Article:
Product or Service Firm – Your Most Important Career Decision

Posted by Arjun Moorthy

May 14, 2011 10:18:00 AM

Coming out of undergrad as a computer engineer in the late 90s, I joined a young tech company like many of classmates.  A few of my classmates, particularly those at the top of the rankings, went to investment banks like Goldman Sachs and high-end management consulting firms like BCGMcKinsey & Co etc.  At the time, I felt joining such firms was to waste my engineering training but I always wondered if I should’ve gone down that other path with its brand prestige.  Years later I worked hard to get into a top consulting firm but when I finally did get into BCG I realized that my initial decision actually wasn’t a bad one.
investment bankers work so much 200x300

This isn’t to say I was unhappy at BCG; far from it.  BCG has a fantastic team and taught me several skills crucial to advancing my career.  Many are soft skills – presentation and communication (particularly with executives), logical structuring of analysis, how to ramp up quickly and focus in a brand new area.  However, the most important thing I learned was that consulting firms, investment banks, law firms etc are service businesses and not product companies - and that I personally am more aligned with product-driven organizations. 

4 key differences between Product and Service firms

Product companies Service companies
Your impact (via the product) can last long after you leave the firm Your impact likely ends when you leave that firm
Predictable work pace and lifestyle, even in seasonal businesses Unpredictable hours – you are always at the client’s mercy (I’ve worked many a Sunday and vacation)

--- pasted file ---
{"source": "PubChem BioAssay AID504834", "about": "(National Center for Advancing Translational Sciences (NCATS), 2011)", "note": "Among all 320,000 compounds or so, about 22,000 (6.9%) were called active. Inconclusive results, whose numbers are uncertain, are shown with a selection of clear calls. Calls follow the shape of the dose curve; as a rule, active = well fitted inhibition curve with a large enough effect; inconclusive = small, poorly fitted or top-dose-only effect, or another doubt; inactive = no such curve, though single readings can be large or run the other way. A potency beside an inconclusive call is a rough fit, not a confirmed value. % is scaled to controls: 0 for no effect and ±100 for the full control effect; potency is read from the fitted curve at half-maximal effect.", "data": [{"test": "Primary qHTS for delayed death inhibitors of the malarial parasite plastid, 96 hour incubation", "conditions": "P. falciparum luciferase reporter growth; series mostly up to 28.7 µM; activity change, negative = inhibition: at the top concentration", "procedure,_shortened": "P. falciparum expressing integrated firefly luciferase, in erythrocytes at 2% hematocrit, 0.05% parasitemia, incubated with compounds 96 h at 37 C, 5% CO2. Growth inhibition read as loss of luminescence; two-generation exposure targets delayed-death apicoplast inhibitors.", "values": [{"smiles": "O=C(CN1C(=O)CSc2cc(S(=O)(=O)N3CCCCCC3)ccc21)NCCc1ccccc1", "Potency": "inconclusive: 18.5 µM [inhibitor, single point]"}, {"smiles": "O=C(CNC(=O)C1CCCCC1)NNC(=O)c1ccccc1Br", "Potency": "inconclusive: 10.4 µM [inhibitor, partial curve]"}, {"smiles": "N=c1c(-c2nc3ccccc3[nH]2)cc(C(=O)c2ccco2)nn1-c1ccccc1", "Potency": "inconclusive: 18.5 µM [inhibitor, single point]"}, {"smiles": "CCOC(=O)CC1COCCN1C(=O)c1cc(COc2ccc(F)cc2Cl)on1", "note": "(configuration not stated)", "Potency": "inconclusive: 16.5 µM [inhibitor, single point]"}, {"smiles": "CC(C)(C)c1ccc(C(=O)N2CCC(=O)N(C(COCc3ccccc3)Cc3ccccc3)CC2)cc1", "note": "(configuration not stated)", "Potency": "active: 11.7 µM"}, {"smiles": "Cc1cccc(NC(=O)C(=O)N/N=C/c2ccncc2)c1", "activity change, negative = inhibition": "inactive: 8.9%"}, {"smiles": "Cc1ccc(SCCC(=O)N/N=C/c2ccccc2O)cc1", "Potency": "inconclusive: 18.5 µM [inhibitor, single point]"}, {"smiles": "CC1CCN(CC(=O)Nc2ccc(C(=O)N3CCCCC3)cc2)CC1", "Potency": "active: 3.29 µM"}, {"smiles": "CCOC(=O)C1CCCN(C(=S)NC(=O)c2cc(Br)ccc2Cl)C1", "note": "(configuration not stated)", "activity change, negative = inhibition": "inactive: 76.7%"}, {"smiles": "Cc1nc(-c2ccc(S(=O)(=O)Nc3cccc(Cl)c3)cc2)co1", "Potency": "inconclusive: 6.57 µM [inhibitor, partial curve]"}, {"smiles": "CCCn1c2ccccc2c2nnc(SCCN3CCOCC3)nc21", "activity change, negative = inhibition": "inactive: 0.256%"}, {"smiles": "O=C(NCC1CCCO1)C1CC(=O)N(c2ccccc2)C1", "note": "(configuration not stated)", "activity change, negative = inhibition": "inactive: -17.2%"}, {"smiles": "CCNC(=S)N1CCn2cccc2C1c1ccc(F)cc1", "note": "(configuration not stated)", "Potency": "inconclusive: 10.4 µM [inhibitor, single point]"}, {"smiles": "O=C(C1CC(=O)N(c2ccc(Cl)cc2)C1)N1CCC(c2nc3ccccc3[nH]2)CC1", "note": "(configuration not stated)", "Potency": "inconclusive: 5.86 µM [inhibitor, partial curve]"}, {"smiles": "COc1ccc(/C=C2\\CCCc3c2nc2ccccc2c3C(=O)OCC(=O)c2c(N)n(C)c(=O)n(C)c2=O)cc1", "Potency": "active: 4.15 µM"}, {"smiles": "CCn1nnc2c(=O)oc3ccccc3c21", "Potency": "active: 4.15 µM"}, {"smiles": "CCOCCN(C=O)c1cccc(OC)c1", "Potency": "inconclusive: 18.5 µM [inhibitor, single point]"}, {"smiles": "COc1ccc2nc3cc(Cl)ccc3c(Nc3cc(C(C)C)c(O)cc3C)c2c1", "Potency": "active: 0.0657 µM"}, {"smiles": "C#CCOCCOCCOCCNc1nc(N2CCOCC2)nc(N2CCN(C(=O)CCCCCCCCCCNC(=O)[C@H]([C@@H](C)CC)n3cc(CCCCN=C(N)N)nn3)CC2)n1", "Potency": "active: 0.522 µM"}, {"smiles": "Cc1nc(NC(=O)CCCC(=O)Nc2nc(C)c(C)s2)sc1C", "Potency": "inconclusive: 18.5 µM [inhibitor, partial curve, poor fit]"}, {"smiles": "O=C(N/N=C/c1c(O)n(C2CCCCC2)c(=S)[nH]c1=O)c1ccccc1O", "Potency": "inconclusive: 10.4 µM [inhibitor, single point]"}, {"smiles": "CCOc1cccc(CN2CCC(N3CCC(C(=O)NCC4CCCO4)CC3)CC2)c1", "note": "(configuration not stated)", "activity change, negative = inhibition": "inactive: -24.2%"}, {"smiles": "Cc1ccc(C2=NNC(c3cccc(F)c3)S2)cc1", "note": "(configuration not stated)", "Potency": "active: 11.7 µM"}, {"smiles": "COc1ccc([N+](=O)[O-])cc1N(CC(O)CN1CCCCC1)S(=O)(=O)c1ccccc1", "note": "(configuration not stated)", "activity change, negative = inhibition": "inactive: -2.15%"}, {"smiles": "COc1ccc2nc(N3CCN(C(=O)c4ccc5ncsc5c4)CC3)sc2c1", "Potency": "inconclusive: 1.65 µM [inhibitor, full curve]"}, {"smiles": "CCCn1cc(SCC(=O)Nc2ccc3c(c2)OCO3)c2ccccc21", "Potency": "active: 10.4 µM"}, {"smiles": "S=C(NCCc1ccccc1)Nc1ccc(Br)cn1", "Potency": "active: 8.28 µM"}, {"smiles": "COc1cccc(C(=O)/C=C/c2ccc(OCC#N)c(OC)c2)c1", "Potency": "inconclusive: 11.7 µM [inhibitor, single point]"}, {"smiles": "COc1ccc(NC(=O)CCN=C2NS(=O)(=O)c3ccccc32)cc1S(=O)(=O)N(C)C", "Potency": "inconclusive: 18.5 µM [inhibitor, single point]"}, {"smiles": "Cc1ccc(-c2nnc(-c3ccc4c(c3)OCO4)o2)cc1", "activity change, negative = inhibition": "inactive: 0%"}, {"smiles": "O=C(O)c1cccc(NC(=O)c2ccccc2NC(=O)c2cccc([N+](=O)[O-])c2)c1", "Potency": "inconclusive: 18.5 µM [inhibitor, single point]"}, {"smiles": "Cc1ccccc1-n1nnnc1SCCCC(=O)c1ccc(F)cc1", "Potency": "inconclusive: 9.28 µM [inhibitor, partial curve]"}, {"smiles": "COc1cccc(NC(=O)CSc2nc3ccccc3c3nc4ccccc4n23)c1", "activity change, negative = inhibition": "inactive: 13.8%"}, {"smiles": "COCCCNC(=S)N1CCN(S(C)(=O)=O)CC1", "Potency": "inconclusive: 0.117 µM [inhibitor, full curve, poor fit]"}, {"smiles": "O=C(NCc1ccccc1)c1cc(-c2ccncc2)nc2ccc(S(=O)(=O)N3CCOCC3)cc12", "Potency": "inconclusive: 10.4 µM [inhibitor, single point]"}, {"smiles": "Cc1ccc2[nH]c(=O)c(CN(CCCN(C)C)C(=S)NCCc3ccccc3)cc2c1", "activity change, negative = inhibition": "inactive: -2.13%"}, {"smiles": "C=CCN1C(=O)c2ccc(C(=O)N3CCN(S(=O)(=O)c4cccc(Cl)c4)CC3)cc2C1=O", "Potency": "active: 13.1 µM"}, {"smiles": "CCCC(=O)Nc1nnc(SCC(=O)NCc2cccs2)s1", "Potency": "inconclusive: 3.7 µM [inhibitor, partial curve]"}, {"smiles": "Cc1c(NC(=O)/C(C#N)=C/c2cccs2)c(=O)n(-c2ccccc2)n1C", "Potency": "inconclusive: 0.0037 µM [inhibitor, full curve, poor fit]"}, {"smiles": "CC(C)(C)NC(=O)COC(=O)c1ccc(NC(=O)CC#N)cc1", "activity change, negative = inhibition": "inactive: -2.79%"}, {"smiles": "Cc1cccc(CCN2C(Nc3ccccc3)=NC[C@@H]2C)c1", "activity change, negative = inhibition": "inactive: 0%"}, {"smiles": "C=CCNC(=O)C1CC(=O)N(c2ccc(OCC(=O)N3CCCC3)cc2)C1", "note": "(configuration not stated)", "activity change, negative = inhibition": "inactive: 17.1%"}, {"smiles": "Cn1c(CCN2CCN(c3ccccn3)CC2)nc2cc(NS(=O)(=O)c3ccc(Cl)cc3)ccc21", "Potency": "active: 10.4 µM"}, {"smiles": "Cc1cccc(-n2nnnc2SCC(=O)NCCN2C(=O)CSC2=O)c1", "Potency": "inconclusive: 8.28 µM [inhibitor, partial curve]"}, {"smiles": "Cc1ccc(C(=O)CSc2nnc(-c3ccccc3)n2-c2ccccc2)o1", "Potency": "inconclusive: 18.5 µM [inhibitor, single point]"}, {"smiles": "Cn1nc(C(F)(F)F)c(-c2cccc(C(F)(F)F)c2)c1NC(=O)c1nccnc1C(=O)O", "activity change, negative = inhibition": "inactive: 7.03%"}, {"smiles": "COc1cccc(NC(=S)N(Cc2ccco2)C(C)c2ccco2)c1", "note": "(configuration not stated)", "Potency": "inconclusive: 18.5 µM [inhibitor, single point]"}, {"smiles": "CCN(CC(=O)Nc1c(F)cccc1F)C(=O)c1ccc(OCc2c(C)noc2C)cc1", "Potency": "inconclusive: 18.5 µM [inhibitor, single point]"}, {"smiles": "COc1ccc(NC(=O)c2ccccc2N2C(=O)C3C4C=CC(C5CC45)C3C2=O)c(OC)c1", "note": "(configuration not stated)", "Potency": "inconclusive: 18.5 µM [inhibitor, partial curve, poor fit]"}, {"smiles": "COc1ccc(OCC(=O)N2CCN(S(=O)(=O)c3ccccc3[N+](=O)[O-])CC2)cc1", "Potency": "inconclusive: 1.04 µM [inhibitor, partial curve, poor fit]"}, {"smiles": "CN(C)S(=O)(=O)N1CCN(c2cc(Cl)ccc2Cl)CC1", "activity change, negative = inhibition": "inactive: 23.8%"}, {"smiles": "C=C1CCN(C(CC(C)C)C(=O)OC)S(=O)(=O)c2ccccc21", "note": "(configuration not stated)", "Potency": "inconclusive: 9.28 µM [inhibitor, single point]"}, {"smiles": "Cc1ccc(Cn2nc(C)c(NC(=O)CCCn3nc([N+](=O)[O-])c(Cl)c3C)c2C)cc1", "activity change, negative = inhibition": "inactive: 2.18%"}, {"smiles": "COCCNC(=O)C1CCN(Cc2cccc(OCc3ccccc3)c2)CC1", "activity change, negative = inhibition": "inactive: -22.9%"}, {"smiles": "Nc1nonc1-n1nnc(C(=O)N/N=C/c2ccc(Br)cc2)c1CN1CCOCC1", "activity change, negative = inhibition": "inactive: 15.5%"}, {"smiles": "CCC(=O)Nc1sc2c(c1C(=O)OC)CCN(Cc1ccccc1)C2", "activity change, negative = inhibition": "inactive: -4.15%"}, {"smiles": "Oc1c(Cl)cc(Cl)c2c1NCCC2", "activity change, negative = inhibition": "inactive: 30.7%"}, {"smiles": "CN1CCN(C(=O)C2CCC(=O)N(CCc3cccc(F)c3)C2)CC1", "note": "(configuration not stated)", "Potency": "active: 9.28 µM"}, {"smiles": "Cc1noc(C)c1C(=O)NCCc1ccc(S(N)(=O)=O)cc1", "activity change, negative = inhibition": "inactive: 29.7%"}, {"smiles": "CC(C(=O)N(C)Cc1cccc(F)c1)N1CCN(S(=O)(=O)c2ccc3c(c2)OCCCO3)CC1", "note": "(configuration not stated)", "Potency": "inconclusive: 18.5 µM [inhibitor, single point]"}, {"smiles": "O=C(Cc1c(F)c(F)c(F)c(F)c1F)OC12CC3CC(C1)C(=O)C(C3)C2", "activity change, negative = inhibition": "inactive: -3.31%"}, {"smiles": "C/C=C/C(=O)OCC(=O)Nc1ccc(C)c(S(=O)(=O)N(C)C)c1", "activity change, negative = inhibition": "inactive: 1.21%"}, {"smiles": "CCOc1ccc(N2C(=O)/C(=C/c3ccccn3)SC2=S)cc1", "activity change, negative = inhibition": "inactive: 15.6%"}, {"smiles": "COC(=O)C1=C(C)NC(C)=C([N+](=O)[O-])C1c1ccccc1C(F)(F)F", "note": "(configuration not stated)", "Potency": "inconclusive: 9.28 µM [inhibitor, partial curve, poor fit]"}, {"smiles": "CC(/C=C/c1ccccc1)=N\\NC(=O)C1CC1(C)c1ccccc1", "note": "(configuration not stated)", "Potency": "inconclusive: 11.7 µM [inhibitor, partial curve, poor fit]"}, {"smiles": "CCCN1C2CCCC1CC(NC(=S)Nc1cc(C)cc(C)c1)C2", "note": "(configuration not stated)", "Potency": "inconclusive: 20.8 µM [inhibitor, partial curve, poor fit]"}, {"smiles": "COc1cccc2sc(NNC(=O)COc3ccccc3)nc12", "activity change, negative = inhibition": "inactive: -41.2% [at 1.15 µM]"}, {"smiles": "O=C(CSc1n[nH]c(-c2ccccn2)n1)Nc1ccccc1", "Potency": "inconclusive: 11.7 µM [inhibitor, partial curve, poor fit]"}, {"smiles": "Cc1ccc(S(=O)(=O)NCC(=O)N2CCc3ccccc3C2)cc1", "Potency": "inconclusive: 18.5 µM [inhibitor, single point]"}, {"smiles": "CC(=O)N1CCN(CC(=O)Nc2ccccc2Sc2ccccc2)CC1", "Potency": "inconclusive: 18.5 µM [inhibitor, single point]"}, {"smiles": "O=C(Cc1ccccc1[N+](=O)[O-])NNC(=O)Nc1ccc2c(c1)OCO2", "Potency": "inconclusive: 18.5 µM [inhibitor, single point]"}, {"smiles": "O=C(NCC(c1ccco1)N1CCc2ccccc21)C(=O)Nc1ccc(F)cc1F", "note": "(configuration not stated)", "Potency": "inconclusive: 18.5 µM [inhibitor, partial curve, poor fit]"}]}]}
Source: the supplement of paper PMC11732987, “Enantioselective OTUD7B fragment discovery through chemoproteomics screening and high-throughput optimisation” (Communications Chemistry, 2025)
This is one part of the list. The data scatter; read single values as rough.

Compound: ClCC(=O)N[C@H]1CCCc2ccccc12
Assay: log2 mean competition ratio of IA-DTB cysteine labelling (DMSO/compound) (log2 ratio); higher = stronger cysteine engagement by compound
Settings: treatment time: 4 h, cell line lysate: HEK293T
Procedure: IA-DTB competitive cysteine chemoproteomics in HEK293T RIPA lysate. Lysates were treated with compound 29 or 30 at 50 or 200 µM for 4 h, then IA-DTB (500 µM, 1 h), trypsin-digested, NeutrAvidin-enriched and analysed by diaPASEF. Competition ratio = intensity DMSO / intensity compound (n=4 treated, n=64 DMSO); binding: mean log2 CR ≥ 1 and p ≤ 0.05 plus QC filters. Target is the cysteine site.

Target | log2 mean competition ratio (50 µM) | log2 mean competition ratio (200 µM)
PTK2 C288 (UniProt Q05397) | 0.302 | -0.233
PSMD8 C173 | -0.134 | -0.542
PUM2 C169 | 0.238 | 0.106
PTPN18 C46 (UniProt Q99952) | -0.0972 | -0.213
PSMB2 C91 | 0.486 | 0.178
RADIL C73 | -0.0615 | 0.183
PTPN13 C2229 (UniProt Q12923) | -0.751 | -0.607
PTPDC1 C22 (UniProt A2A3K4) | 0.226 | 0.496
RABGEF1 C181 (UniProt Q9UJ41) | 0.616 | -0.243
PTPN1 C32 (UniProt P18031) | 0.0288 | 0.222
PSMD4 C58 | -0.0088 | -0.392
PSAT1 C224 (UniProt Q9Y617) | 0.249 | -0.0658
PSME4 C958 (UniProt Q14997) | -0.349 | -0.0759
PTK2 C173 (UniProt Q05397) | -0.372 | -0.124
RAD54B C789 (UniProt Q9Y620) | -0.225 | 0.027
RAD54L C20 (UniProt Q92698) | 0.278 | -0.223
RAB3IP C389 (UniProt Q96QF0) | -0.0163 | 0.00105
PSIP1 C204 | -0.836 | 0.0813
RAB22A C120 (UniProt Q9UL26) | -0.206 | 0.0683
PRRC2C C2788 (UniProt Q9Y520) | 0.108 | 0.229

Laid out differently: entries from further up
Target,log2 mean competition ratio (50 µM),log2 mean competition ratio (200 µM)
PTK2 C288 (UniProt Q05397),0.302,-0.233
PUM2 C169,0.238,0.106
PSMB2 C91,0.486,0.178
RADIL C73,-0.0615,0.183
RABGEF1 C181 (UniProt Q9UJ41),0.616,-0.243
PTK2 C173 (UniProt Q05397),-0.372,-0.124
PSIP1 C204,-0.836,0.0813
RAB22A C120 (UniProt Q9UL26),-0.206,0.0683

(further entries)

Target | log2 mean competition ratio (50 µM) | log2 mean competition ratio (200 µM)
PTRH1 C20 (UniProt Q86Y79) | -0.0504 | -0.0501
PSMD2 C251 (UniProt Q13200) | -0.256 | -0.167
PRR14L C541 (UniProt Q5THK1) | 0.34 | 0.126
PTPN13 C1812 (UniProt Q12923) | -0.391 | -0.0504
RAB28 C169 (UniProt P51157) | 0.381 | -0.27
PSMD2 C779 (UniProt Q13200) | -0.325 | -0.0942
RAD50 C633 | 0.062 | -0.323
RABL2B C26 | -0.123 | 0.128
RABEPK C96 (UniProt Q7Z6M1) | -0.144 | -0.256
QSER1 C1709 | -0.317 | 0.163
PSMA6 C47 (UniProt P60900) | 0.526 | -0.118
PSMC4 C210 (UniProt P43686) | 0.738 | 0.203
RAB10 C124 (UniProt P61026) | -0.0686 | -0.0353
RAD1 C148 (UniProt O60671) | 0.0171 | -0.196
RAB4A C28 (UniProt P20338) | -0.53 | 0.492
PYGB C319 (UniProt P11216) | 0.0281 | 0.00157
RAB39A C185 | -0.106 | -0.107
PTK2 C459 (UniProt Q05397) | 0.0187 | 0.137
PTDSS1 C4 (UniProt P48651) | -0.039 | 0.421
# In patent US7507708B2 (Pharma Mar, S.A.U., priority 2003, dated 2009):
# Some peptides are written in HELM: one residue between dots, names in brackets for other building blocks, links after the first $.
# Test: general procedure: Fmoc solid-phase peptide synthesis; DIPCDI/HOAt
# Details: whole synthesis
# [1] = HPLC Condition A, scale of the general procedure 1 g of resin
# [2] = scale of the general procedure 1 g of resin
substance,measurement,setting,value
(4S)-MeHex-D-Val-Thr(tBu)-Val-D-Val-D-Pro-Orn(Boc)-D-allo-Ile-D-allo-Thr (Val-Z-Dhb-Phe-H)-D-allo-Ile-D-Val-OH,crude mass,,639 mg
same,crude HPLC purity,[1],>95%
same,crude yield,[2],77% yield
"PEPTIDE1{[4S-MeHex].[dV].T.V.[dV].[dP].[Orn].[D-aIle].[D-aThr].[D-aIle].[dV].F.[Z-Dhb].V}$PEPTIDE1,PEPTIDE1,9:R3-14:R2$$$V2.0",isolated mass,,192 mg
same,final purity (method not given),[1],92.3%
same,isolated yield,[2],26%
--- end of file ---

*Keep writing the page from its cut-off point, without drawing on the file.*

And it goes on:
Relatively low variable compensation (and even gross comp.) until you get to senior levels Large variable compensation driven by yearly results - higher average comp. than product-companies.
Career development usually not a priority in firm as primary asset is product/equipment Career development usually a high priority as primary asset is people


The distinction between service businesses and product businesses is not the typical career guidance that you get when choosing your first job out of school.  Yet it sets your expectations about work lifestyle/environment and what you believe you’re good at.  Hence, many who start in one path find it hard to switch later on because they become accustom to this style of work.  That this innocent job decision can determine so much of your career is still astounding to me.

Topics: first job

Career Advice I Wish I Knew Earlier 

Hello.  I started this blog to distribute some of the best career advice I have been given over the many jobs I've had.  I've been fortunate to work for and with some great bosses like Brian Halligan, Francis DeSouzaNancy Kamei, and Rick Roberge, and some unique companies, like The Boston Consulting Group, that invest heavily in making each employee a success even after leaving the firm.

The advice and training I received here stands in contrast to my experiences with some not-so-great bosses and companies I've also worked for.  I'm continualy amazed at how valuable good advice has been in my career so I hope to pass on the good advice, and insights from mistakes I've made, via this blog. 

Thanks in advance for your comments, particularly when you can improve upon the ideas posted.

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